Rhodes Less Traveled

Golfer was a finalist for prestigious Rhodes Scholarship

By BoNhia Lee

Danielle Richman likes reading. Her friends joke about all the books she has lined up on the shelf of her dorm room.

But the political science and history graduate (she double majored) from Manhattan Beach, south of Los Angeles, shrugs it off. Reading and studying, Richman says, opens her mind up to some of the major issues facing the world today, including her growing passion on refugee policy and foreign politics.

In fall 2019, Richman was one of 236 finalists from 90 colleges and universities nationwide for the prestigious Rhodes Scholarship. More than 2,900 students started the application process, and 963 were endorsed by their universities.

“I am so honored because I know Fresno State hasn’t had any (Rhodes) scholars,” Richman says. “I’m super happy and humbled and super honored to represent Fresno State.”

The Rhodes Scholarship is the oldest and best known award for international study available to American college graduates. The Rhodes Trust, a British charity, was established in 1902 upon the death of British businessman and politician Cecil Rhodes to provide full scholarships for students to study at Oxford. Scholars are chosen for their academic excellence, their commitment to others and to the common good and for their potential for leadership.

Richman is a President’s Scholar in the Smittcamp Family Honors College at Fresno State and is in the College of Social Sciences Honors Program. She has maintained a 4.0 GPA while also a student-athlete on the women’s golf team where she was named a Mountain West Student-Athlete Scholar. She was also named the Undergraduate Dean’s Medalist for the College of Social Sciences.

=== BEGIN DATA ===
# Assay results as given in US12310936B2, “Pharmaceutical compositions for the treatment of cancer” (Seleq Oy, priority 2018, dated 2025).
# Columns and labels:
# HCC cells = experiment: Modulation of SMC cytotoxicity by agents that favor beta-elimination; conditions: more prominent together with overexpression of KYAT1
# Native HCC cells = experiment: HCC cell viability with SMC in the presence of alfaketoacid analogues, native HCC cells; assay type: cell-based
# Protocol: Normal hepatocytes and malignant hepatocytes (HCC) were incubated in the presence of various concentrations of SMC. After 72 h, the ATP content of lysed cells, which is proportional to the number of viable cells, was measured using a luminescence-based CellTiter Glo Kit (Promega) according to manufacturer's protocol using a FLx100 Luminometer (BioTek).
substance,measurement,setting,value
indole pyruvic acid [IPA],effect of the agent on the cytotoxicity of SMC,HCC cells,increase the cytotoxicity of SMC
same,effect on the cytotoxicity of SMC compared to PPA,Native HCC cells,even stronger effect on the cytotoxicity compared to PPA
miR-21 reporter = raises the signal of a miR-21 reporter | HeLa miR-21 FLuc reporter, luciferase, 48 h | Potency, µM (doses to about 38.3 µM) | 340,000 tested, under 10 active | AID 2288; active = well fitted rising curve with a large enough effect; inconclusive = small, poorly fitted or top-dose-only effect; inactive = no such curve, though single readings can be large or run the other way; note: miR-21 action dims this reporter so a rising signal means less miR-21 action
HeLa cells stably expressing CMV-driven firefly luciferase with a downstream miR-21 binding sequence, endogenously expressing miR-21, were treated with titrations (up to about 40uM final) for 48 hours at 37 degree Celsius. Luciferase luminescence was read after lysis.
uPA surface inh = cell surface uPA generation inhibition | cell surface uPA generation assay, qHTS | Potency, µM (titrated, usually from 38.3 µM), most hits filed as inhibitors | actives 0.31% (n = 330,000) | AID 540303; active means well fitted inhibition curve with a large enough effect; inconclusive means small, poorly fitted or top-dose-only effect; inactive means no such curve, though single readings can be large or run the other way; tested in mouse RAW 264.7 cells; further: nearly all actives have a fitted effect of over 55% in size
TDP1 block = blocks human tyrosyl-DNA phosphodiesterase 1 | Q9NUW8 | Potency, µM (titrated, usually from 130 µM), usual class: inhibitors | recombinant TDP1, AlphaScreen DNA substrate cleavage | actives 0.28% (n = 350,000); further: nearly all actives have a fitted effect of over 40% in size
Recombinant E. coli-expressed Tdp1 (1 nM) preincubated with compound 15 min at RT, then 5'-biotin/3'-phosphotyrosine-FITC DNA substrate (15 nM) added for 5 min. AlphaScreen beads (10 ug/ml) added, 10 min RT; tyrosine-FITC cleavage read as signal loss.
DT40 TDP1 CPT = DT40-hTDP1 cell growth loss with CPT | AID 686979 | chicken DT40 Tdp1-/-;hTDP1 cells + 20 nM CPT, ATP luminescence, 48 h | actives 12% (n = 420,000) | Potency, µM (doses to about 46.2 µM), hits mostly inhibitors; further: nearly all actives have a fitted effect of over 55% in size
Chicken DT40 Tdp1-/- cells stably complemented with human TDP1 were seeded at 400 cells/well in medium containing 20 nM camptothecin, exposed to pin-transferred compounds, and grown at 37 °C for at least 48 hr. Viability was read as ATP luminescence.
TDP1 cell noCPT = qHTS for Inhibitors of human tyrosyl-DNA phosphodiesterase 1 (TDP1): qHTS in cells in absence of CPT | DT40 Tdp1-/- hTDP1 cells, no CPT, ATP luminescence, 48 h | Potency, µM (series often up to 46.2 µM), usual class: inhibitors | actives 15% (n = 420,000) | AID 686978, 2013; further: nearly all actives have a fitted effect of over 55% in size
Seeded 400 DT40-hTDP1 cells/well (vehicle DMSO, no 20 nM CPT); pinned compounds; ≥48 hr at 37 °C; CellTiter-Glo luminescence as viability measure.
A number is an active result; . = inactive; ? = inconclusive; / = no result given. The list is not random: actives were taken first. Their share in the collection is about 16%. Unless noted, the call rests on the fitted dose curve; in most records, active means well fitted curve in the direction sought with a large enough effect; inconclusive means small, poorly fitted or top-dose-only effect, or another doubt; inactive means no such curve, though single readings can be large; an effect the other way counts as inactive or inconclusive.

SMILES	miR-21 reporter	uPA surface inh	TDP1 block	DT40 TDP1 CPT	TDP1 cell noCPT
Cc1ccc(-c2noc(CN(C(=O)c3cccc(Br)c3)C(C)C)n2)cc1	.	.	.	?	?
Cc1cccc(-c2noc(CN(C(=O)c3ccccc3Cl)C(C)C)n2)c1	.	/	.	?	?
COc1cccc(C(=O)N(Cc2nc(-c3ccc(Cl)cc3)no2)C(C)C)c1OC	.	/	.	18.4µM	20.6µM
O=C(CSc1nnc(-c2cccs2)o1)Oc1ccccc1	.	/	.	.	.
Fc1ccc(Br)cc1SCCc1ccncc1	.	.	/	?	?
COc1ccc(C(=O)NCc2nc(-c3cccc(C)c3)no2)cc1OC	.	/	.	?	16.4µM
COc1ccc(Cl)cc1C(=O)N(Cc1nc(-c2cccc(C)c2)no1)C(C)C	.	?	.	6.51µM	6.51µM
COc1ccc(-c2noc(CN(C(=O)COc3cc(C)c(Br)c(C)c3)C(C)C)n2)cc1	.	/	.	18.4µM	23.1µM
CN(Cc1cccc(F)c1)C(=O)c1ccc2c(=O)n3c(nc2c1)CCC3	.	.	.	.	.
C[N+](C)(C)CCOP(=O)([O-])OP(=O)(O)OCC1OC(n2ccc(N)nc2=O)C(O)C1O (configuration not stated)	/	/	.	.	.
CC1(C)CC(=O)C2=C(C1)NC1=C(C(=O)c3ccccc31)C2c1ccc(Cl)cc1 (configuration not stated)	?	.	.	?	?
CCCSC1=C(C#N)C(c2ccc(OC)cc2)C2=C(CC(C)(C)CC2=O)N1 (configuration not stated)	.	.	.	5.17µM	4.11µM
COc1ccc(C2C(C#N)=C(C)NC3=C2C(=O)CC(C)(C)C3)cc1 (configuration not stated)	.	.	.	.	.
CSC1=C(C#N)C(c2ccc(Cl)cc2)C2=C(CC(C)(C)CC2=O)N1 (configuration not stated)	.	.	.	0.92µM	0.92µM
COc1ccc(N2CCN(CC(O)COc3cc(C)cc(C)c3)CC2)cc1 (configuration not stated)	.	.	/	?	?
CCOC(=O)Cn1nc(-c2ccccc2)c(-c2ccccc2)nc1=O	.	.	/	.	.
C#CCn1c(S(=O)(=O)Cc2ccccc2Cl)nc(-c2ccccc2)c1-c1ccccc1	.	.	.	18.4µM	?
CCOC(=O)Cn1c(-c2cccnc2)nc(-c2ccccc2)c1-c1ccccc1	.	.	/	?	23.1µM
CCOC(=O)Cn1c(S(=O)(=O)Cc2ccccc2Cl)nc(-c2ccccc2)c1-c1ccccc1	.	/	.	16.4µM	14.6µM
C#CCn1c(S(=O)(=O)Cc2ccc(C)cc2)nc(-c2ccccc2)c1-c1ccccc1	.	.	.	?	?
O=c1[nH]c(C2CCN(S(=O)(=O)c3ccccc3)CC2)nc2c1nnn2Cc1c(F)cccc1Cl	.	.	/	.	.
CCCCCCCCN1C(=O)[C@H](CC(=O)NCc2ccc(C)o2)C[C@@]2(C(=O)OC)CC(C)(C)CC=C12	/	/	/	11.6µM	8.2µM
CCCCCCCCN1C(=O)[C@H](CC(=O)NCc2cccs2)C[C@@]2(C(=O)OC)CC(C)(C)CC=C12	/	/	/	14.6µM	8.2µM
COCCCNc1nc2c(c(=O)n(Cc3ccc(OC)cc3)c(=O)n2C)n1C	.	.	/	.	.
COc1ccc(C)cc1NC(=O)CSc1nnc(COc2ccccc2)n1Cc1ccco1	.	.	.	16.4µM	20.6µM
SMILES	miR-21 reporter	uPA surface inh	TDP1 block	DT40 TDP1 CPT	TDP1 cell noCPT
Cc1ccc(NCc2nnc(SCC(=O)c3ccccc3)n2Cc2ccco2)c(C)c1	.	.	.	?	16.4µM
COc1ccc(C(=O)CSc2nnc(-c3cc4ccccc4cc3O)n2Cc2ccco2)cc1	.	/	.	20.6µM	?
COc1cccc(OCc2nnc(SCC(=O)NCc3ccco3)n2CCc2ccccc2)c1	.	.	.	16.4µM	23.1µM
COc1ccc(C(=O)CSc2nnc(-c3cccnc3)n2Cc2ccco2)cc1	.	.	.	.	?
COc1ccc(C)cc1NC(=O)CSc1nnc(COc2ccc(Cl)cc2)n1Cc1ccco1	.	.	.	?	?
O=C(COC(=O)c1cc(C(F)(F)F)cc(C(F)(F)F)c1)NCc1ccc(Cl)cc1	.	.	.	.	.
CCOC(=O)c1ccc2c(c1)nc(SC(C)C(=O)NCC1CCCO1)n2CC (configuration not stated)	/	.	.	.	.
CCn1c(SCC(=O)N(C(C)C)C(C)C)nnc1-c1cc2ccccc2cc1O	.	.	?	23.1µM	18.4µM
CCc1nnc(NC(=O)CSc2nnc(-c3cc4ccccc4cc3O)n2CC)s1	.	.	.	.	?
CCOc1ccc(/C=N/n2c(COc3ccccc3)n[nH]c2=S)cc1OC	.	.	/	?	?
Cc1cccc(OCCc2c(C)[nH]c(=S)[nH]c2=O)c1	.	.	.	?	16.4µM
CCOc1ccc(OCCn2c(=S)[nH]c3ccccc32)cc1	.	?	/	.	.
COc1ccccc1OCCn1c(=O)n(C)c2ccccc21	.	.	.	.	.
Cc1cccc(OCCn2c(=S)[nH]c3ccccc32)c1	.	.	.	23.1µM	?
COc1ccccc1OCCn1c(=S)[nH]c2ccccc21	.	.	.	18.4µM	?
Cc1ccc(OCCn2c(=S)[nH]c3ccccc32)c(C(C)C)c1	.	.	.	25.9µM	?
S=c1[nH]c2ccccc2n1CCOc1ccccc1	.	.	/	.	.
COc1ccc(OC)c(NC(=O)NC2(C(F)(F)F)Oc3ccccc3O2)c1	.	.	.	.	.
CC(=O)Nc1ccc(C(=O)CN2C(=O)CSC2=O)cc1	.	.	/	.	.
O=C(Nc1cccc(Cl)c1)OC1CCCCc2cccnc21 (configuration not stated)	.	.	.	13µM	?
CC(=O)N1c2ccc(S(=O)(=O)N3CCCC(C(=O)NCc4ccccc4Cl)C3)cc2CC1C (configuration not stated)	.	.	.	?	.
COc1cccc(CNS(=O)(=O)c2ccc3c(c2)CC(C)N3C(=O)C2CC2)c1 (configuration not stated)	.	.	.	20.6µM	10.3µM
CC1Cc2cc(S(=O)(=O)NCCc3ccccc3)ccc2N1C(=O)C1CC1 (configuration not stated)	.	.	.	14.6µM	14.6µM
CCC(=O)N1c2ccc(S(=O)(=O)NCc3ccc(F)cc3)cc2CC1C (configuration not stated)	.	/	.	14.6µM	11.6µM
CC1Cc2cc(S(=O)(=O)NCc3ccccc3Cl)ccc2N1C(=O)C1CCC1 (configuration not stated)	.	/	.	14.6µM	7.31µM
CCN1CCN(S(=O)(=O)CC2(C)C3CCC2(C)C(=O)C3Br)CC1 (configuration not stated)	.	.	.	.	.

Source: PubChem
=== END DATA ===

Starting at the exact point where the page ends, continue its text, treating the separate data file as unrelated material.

Golf, which Richman started playing in high school to get out of running a mile in physical education class, helped shape her work ethic, she says. In addition to her school work and golf practice, Richman found time to volunteer in the community with the Big Heroes Little Heroes student-athlete program at Valley Children’s Healthcare, at the Fresno Food Bank and Art of Life Cancer Foundation.

“Golf is very technical and requires a lot of hours and practice,” Richman says. “I would not have the work ethic I do if it wasn’t for golf. I have learned to make the most of my time. I’ve learned that in order to get something done, it’s going to require a lot of time and effort. If you want to do something you have to put in the right amount of time.”

She encourages other students to make time for things they are passionate about and to seek out programs like the Rhodes Scholarship.

Richman plans to pursue a master’s degree in philosophy in politics and international studies or in international peace and security at a university in England. She would like to work for an intergovernmental organization on international human rights or for a nongovernmental agency as a human rights lawyer or consultant in post conflict resolution and management.

“Danielle’s exemplary academic record and drive to achieve her scholastic and professional goals have never run counter to her personal features of character, humanity and collegiality,” says Dr. William Skuban, professor of history at Fresno State. “To be sure, she is a leader in the classroom, but outside the classroom her involvement in university governance, intercollegiate athletics and community service point to an exceptionally well-rounded student and one that fully embodies the finest qualities of a Rhodes Scholar.”